McGehee GroupStanford University | Stanford Materials Science & Engineering | Center for Advanced Molecular Photovoltaics (CAMP)
Professor McGehee's primary interests and areas of expertise are
organic electronics, patterning materials at the nanometer length
scale and developing materials for renewable energy and
sustainability applications. His research group's projects are
briefly described here and thoroughly described in our
publications, which are listed elsewhere on this website.
Structure-Property Relationships in Semiconducting Polymers
We use techniques such as x-ray diffraction, spectroscopy, and atomic force microscopy to determine how molecules pack in polymer solar cells and how the packing affects properties such as exciton diffusion, electron transfer and charge transport. Several years ago we discovered that the molecular weight of a polymer is one of the most important factors that determines its charge carrier mobility (Macromolecules, 38 (2005) 3312). We showed that the size of the molecules affects the rate at which crystals form and that this determines whether crystals nucleate off the substrate or in the bulk of the film. When crystals nucleate off the substrate, they tend to be well aligned. Consequently the insulating sidechains do not impede charge transport between neighboring crystals. In 2008 we discovered that one of the most important properties of a semiconducting polymer for photovoltaic applications is the amount of space that is available between the sidechains. We found that the fullerene derivatives that are commonly used to make bulk heterojunction solar cells can often intercalate between the sidechains (Advanced Functional Materials, 19 (2009) 1173). When this happens, exciton splitting is extremely efficient because the polymer and fullerene are not phase separated. On the other hand, we believe that recombination is faster since the polymer and fullerene are mixed at the molecular scale. We find that when intercalation occurs, one must use substantially more fullerene to optimize the performance of the blend so that there is enough fullerene to fill the spaces between the polymer sidechains and create a pure fullerene phase that can transport electrons.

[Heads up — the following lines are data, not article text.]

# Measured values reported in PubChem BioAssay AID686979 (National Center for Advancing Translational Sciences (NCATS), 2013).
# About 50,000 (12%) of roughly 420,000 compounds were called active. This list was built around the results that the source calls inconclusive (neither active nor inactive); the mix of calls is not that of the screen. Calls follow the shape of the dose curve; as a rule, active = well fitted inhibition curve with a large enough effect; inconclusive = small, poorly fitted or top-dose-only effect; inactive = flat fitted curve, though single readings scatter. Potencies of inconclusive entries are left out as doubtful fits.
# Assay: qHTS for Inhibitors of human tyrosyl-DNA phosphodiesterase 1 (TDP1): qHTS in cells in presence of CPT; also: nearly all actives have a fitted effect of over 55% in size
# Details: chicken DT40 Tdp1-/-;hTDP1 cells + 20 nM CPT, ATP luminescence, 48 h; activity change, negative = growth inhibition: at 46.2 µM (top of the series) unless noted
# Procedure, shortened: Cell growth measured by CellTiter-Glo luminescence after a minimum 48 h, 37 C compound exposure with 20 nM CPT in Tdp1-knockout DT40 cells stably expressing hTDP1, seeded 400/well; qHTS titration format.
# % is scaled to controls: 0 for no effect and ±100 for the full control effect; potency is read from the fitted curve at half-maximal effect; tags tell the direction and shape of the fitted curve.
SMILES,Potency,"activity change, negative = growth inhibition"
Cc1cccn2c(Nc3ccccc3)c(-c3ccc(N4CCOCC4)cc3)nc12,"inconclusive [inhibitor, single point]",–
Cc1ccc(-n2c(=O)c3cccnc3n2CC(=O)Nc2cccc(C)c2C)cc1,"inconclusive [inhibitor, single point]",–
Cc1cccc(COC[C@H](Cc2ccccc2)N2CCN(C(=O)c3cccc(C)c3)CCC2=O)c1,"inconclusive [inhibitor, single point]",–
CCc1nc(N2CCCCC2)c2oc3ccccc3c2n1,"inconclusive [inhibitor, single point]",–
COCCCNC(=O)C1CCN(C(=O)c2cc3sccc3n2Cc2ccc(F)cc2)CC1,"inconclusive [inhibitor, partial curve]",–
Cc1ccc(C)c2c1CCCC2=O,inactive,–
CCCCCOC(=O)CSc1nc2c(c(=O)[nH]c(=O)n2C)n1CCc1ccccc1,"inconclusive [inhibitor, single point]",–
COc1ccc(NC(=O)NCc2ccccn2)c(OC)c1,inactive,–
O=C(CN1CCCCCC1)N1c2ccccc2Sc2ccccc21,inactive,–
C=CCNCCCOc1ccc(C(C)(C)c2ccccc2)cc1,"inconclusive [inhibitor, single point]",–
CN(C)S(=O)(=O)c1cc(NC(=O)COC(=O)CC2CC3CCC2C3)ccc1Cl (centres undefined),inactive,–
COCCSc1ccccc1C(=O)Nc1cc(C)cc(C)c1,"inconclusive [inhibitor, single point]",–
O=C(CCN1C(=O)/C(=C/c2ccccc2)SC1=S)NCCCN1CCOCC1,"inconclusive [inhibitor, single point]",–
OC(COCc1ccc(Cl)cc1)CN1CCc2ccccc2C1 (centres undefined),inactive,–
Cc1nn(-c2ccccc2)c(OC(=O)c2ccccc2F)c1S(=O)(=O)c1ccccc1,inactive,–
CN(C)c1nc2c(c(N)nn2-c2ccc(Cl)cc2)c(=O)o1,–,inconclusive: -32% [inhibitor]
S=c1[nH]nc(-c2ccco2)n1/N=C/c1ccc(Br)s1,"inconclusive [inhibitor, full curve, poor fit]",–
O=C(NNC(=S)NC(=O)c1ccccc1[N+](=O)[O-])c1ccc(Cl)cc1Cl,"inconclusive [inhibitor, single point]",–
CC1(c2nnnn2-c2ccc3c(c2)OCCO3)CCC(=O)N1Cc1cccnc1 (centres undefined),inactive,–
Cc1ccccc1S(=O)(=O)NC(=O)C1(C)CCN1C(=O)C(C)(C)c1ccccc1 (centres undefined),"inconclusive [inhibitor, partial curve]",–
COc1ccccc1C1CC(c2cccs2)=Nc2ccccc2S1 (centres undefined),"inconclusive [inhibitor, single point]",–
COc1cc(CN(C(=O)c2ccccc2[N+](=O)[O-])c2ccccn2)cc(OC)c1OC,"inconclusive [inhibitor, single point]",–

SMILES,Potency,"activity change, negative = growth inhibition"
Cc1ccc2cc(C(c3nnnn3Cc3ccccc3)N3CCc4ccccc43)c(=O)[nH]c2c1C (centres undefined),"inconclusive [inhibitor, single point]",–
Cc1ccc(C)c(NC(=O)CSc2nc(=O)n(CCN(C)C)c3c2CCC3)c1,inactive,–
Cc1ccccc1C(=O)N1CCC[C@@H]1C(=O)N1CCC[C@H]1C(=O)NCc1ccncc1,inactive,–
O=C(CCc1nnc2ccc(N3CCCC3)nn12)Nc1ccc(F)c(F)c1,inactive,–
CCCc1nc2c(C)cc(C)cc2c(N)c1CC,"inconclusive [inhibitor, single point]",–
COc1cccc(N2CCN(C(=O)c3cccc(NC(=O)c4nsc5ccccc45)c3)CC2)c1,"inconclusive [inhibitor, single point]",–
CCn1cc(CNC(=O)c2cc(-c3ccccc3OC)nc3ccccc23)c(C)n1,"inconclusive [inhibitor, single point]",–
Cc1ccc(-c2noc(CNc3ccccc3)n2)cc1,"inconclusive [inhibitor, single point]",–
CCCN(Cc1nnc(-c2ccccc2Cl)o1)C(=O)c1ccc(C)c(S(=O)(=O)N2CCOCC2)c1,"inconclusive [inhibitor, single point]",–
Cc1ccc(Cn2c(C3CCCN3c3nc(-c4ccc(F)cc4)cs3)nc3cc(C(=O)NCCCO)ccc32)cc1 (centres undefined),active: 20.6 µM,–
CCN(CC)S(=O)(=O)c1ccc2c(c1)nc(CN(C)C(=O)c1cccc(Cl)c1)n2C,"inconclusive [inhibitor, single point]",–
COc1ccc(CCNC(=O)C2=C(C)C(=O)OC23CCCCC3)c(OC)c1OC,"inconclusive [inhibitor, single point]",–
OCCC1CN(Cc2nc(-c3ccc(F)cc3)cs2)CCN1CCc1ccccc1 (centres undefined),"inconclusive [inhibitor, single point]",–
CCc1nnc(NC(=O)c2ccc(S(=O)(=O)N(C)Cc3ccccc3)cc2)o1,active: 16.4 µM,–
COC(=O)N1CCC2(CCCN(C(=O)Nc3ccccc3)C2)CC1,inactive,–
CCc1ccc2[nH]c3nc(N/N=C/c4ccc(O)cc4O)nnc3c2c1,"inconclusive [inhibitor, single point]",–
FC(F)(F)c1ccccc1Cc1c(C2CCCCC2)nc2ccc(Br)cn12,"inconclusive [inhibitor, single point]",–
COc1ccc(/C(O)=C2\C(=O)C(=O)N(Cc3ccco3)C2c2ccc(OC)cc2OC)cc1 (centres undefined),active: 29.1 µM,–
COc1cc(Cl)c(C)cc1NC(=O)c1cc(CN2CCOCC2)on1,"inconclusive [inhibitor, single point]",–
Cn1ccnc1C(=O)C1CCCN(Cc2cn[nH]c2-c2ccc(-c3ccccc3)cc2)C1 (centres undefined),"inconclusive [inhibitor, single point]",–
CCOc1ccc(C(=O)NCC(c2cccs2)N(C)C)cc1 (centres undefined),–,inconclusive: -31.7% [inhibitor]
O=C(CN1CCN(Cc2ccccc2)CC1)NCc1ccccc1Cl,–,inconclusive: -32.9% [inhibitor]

Our x-ray diffraction measurements are performed in collaboration with
Michael Toney (SSRL). The molecules we investigate are usually made by the
research groups of Jean Frechet (Berkeley), Zhenan Bao (Stanford), Alan
Sellinger (Stanford), Iain McCulloch (Imperial), and Martin Heeney (Queen
Solar Cell Device Physics
Polymer based organic solar cells have been continuously improving in performance over the last 15 years most recently achieving power conversion efficiencies of over 6%. To reach efficiencies of 10% and beyond will require not only the development of new polymers and acceptor materials but also the establishment of effective screening procedures, and the prioritization of characterization techniques to enable a targeted approach to optimizing and improving devices. We are working closely with synthetic chemists in the Bao and Sellinger groups to speed up the evaluation feedback cycle of the new polymers and accepter molecules that they are developing.
Dye Sensitized Solar Cells and Organic-Inorganic Hybrid Solar Cells
Dye-sensitized solar cells (DSCs) have excellent charge collection efficiencies, high open circuit voltages (800-850mV), and good fill factors (0.70-0.75). However, DSCs do not completely absorb all of the photons from the visible and near infrared domain and consequently have lower short circuit photocurrent densities (<21 mA/cm2) compared to inorganic photovoltaic devices.
We are currently developing new near-infrared sensitizing dyes necessary to increase the short-circuit photocurrent density with Zhenan Bao (Stanford) and Jean Frechet (UC-Berkeley). We have also recently begun studying the structure/electronic property relationships of hole conductors in solid-state DSC to improve efficiency and have begun making tandem devices with Peter Peumans at Stanford. We have a strong DSC collaboration with Prof. Michael Graetzel at Ecole Polytechnique Fédérale de Lausanne through the Center for Advanced Molecular Photovoltaics.
DSC schematic representation of a dye-sensitized solar cell with energy relay dyes. The right side of the figure shows the typical absorption process for lower energy (red) photons in DSCs: light is absorbed by the sensitizing dye (1), transferring an electron into the titania and a hole is transported to the back contact through the electrolyte. The energy relay dye process is similar except that, higher energy (blue) photons are first absorbed by the energy relay dye that undergoes Förster energy transfer (2) to the sensitizing dye.
Reliability and Lifetime Program
Stanford is currently studying the lifetime and reliability of bulk heterojunction solar cells based on high efficiency polymers. These systems have reported efficiencies of over 6%. The studies have shown major differences in degradation patters and lifetimes pointing to different mechanisms behind the degradation patterns for each type of polymer. The studies must be statistically relevant and thus large numbers of device must be tested simultaneously. We have built a set-up that can measure 64 solar cells while controlling and monitoring their temperature and light intensity. Each solar cell is kept on its maximum power point, which allows for more realistic testing conditions. The electrical and environmental data is automatically stored allowing for easy analysis.